A four-point “high risk” action plan has been drawn up by the elections watchdog – including checks on all £2.5m it has received so far and tougher curbs on who can donate.
The crackdown follows the Brexit Party’s chairman admitting he did not know whether its PayPal account was taking foreign cash, saying: “I don't know what currencies people are paying in.”
Controversially, it accepts sums of under £500 – the level below which the donor can remain anonymous – but creating the danger of multiple small donations by the same person.
Now the Electoral Commission action plan calls on Mr Farage’s party to:
* Review “all payments, including those of £500 or below, it has received to date” – and report any breaches.
* Change its online system for accepting payments to require donors provide their full address and contact details – while only accepting payments from a card with matching billing and payer addresses.
* Remove the £500 limit, because it may “encourage those who want to make a payment in excess of £500 to make multiple payments”.
* Prevent people signing up as 'registered supporters' “without completing the payment process”, to ensure its records are accurate.
“Based on the information we reviewed, we assess the party to be at risk of noncompliance with its financial scheme and obligations under PPERA [the Political Parties, Elections and Referendums Act 2000], a Commission spokesman said.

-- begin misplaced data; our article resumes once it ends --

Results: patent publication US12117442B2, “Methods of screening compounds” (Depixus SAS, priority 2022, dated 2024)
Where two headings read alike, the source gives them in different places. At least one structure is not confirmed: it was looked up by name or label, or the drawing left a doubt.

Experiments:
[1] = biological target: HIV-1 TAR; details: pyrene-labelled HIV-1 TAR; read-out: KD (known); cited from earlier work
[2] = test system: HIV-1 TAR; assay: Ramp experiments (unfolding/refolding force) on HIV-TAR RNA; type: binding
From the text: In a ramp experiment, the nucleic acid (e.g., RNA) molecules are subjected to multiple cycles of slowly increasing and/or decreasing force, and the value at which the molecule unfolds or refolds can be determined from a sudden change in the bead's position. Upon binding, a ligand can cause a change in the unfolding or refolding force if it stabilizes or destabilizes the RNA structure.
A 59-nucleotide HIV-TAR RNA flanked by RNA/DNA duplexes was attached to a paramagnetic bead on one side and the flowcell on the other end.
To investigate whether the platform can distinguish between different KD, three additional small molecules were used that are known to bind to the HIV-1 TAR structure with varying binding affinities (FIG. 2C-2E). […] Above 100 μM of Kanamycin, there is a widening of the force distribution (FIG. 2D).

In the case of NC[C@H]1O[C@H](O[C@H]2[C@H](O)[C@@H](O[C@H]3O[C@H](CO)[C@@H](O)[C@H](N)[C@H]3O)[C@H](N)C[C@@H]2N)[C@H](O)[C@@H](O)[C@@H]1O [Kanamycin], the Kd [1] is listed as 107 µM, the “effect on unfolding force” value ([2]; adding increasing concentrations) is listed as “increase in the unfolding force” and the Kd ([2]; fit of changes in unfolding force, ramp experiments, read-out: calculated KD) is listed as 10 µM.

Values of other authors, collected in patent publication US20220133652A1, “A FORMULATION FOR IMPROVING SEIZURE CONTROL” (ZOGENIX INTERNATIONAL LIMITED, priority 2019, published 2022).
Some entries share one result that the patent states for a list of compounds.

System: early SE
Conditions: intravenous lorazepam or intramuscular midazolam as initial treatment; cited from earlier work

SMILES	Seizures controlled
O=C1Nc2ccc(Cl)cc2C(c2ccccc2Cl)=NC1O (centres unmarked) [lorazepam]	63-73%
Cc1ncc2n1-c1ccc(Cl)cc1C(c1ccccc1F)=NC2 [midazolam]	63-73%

“In particular, the fundraising structure the party have adopted, coupled with insufficient procedures, leaves it open to a high and ongoing risk of receiving and accepting impermissible donations, and being unable to maintain accurate records of transactions.”
The spokesperson added that problems “identified as high risk should be reviewed and improved as soon as possible, and all recommendations implemented within six months”.
The Commission carried out an inspection after Gordon Brown claimed that democracy was being undermined by “undeclared, unreported, untraceable payments”.
Last month, it was revealed that Mr Banks had bankrolled his ally’s “lavish lifestyle” to the tune of £450,000 in the year that followed.
The rules on identification do not apply to sums of less than £500 given to parties, because they are not recognised as official donations.
However, parties are expected to use methods that guard against foreign donors making many small donations that, in total, exceed the £500 limit.
Richard Tice, the Brexit Party’s chairman, admitted he did not know whether its PayPal account was taking foreign cash, saying last month: “I don't sit in front of the PayPal account all day.”
Join our new commenting forum
Join thought-provoking conversations, follow other Independent readers and see their replies